Archive for the ‘Terms’ Category

Do You Rely On Spell Check Or Just Use It As A Tool?

Thursday, January 9th, 2014

Tallent Agency VA Services

Do you find yourself relying on Word’s spell check or the one in your email client? I don’t and here is the reason why …

As was pointed out by my favorite “go to” authority on spelling and grammar questions, Daily Writing Tips:

Writers need to keep two things in mind about spell checkers:

1. They cannot catch any misspellings if a writer doesn’t let the application run.

2. They cannot be entirely trusted to catch every spelling error.

I agree. I use the spell checking options AFTER I perform my own writings, documents, etc. and when proofreading for others. This checks ME to make sure I notice where there might have been a problem or a question because those references DO stand out or get highlighted.

As stated above, the spell checkers often make a “mistake” as far as the instance or appropriate usage is concerned. Things need to be seen in perspective of what is meant and what is stated. Often the spellchecker might go crazy popping up and suggesting a spelling you KNOW you do not want because it can not tell how you are using it.

Often I have seen my correct spelling suggested as wrong with a recommendation
that I mean, for example:

their instead of there or they’re – I do know the difference and which one to use but occasionally the spell check OFFERS one of the other options and if I went by those suggestions I would NOT be the perfection-driven proofreader that I am.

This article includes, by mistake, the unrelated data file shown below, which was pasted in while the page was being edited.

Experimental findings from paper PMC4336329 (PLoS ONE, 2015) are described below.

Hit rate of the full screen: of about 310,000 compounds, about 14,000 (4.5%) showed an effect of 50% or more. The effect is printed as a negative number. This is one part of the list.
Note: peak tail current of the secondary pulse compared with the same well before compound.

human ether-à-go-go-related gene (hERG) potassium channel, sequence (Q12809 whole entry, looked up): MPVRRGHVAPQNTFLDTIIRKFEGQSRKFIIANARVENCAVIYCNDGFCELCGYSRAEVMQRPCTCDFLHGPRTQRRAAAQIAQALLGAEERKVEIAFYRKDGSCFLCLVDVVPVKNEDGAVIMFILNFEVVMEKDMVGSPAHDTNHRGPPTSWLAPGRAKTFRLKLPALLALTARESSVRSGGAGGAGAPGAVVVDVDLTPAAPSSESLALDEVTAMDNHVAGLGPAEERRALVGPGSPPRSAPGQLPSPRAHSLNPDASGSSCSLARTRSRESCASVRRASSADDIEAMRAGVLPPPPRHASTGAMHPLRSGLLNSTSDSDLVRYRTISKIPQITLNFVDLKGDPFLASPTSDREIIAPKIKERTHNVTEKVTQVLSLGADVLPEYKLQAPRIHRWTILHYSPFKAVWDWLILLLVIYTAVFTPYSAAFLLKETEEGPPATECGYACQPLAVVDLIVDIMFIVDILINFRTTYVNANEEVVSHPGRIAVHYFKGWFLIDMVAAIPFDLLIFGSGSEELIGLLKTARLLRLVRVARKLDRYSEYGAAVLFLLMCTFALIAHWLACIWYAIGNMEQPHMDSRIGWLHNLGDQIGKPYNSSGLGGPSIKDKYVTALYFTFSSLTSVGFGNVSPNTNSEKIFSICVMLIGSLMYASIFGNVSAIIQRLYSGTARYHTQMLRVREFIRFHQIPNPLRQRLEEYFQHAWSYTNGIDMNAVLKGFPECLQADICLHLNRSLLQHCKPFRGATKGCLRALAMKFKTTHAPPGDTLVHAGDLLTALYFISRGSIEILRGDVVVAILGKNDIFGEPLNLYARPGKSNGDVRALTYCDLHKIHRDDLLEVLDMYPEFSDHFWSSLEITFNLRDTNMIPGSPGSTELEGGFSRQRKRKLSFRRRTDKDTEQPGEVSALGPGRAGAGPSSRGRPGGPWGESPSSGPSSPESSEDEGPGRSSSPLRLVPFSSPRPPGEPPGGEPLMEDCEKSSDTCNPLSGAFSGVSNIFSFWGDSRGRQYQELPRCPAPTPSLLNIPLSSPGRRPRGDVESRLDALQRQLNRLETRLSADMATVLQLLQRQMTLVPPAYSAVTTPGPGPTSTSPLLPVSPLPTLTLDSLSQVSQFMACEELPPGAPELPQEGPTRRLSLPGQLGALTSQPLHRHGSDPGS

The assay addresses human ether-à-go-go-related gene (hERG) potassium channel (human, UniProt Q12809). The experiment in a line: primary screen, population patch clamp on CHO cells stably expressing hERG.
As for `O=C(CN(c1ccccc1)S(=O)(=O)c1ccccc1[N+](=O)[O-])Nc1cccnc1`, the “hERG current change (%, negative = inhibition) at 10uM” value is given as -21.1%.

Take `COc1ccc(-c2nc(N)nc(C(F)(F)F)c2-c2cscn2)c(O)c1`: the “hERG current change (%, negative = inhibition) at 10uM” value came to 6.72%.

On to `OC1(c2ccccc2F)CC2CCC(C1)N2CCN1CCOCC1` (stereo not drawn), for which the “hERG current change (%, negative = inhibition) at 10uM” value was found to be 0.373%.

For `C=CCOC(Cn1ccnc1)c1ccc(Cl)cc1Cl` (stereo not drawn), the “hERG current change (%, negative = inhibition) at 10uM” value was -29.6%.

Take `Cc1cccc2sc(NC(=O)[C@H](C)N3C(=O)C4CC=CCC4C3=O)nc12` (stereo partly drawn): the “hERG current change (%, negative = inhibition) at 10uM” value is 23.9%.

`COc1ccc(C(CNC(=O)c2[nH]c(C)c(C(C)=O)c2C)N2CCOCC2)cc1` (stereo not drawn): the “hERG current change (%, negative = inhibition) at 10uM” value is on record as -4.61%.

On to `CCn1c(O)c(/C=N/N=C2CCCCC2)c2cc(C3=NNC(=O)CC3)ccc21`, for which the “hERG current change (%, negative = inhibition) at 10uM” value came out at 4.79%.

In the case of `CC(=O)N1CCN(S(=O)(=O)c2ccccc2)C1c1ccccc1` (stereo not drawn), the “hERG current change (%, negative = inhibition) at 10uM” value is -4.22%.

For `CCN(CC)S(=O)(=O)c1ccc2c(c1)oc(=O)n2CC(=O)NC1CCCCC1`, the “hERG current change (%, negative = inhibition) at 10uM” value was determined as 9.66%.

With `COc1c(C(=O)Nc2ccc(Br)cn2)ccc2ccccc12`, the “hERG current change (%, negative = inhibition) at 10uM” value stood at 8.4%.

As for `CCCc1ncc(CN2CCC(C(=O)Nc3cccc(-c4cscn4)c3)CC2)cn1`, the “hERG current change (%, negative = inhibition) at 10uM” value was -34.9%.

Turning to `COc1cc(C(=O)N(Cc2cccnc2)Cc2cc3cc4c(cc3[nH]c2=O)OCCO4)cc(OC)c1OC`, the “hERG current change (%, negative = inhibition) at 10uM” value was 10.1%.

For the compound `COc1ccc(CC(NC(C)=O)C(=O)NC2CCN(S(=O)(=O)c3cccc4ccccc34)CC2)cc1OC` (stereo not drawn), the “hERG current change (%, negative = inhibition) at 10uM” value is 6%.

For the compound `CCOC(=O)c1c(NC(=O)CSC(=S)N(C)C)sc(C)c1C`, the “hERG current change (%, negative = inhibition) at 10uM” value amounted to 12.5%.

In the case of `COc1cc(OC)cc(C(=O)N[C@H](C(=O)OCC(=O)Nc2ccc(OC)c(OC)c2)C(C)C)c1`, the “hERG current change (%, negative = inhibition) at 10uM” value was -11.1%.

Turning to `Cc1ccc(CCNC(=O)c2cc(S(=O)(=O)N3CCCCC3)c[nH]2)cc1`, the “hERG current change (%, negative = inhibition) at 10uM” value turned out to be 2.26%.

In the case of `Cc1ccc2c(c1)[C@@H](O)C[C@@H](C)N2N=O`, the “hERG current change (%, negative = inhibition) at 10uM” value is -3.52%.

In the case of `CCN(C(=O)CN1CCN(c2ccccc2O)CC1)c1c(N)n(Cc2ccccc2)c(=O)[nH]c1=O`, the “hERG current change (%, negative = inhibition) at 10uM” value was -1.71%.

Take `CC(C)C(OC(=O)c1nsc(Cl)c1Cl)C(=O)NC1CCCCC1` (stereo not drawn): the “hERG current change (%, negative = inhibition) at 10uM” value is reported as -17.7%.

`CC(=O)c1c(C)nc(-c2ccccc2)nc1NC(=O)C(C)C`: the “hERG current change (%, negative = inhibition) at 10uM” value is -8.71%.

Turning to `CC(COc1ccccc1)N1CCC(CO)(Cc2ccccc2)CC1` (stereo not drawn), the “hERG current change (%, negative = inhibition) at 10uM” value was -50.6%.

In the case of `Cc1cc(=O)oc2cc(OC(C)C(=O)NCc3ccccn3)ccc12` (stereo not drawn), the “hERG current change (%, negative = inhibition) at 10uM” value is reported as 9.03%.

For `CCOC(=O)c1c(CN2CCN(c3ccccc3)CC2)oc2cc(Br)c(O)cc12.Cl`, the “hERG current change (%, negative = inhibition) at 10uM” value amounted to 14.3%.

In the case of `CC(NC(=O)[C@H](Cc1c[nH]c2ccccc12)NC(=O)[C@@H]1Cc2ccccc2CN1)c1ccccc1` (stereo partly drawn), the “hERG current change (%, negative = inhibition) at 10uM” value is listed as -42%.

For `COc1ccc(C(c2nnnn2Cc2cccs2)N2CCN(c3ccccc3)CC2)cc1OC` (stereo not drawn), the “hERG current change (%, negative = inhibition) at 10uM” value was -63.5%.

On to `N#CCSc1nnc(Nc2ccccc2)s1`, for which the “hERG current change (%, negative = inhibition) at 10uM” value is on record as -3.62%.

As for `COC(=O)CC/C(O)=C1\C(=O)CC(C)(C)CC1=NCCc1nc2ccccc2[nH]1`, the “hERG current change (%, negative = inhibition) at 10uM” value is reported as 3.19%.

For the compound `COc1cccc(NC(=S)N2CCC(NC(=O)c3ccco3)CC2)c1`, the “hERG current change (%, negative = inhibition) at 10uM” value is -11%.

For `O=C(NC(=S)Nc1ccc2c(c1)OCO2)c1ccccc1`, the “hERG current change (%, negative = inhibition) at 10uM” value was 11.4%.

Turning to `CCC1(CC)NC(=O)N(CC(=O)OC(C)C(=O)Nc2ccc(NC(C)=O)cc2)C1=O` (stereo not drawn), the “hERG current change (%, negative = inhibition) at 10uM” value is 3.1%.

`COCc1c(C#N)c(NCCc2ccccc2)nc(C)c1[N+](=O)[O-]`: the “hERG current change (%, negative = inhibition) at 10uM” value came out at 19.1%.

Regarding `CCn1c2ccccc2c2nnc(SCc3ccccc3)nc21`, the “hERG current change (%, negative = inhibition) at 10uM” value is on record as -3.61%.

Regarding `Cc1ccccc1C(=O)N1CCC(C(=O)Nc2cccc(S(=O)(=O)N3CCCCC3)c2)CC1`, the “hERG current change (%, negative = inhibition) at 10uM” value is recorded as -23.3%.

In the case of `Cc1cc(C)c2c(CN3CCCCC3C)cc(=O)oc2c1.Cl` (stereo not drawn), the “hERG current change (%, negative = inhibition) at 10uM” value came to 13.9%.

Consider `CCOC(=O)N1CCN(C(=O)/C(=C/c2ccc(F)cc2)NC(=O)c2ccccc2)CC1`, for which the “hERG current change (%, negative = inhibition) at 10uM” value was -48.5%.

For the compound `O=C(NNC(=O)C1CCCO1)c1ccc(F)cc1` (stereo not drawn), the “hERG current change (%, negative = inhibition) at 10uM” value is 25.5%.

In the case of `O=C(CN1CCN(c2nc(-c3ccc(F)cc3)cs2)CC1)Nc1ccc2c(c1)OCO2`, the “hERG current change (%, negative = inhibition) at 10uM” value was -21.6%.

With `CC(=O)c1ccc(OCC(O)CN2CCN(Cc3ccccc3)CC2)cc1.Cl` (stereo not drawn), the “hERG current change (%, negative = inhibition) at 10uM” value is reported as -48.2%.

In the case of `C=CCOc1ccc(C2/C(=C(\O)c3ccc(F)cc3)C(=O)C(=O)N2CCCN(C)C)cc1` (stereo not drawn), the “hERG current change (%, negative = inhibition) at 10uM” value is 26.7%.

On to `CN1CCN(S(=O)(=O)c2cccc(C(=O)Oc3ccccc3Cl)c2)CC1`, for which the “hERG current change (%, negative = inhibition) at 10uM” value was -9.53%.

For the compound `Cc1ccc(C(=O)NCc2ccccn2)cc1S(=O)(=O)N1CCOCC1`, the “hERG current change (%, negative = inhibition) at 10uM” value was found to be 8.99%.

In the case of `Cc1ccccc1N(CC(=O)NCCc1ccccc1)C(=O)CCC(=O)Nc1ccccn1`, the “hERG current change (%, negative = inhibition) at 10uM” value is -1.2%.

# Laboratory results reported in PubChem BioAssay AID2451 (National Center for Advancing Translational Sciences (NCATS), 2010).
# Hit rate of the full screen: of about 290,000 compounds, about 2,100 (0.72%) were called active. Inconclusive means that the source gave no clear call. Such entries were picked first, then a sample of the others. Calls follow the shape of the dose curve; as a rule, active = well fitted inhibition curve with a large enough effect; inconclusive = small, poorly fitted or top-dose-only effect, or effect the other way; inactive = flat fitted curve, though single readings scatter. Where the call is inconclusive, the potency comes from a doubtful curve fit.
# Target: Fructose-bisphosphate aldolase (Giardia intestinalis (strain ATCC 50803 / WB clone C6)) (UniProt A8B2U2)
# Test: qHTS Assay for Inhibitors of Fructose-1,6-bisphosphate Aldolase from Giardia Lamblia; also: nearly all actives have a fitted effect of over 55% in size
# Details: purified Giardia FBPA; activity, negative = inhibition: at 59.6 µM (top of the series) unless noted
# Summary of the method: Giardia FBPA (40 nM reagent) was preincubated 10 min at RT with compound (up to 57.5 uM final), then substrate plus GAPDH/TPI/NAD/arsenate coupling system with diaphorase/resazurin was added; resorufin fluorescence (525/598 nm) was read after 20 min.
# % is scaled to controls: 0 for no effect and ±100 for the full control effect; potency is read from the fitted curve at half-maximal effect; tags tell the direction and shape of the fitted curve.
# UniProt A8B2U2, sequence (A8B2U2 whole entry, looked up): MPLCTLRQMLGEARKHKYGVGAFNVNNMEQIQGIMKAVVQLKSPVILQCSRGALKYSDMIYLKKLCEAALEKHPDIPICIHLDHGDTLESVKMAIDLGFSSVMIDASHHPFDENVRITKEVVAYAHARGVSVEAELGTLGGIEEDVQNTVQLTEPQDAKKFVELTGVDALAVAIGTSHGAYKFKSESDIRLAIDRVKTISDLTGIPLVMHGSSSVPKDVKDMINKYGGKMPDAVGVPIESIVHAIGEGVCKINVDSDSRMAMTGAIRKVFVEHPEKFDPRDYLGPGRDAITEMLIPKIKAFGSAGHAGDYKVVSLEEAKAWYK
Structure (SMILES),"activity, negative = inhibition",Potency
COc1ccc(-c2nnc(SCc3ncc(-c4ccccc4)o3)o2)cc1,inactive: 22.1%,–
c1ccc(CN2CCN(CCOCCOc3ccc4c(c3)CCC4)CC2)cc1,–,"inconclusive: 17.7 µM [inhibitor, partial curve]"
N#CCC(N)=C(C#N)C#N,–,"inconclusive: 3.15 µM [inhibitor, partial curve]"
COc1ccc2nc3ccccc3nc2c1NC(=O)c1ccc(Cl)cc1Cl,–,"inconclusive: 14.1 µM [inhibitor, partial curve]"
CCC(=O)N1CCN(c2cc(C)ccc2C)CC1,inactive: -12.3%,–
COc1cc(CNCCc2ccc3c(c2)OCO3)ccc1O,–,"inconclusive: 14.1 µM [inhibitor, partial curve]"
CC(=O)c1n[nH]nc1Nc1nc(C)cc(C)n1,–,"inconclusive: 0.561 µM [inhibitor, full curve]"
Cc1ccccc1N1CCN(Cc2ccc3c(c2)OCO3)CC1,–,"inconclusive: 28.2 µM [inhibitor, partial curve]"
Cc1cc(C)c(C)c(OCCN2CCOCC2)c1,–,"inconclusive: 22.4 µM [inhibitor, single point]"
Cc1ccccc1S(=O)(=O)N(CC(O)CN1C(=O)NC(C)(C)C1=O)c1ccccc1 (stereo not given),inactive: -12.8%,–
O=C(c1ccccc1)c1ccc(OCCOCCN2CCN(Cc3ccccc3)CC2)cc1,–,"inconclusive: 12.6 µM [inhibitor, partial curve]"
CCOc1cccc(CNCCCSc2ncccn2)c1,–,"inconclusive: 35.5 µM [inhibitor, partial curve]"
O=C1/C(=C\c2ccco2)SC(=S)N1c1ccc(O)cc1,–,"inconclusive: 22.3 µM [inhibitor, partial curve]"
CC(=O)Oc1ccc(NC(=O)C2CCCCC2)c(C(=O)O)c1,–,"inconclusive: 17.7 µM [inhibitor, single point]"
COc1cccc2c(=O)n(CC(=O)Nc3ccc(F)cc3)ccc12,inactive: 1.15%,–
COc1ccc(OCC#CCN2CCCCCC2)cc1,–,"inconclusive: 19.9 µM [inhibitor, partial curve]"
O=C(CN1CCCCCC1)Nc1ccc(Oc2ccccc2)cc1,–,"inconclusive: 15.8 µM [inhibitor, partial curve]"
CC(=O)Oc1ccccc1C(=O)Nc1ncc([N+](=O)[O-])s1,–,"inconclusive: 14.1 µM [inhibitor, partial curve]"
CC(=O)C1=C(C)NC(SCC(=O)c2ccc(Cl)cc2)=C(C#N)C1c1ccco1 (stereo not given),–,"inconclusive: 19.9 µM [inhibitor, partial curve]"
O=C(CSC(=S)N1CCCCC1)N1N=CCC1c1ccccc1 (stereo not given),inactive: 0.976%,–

Do NOT rely on the spellcheckers – if in doubt – and I openly admit that on some words
I often am- I just “google” what I THINK it should be OR even what I think IS misspelled
and use that reference to make my decision.

After all, until I “train” it, every spell checking application insists that I am spelling MY name wrongly, lol.

Remember, I am a Virtual Assistant who LOVES to do editing and proofreading assignments along with research, blog posts, article submissions and social media maintenance!

Tallent Agency
St. Louis County, MO
Phone: (636) 451-6213
Email: jantallent@gmail.com

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Giving Away Virtual Assistant Services to Attract New Clients

Wednesday, March 21st, 2012

Tallent Agency VA Services

The first challenge to getting new clients is getting them to trust you with their businesses and their money. It’s not an easy challenge to overcome. That’s why the technique I’m going to share with you in this article WORKS and works well. What I’m suggesting is … working for FREE (do I hear a big gasp of horror from the audience?).

Why work for free? Well, it makes sense. Many virtual assistance companies offer a free consultation where the client can ask questions and you can explain your process. You need to stand out from the crowd and win the business.

Here are two reasons why offering a free sample of your services works: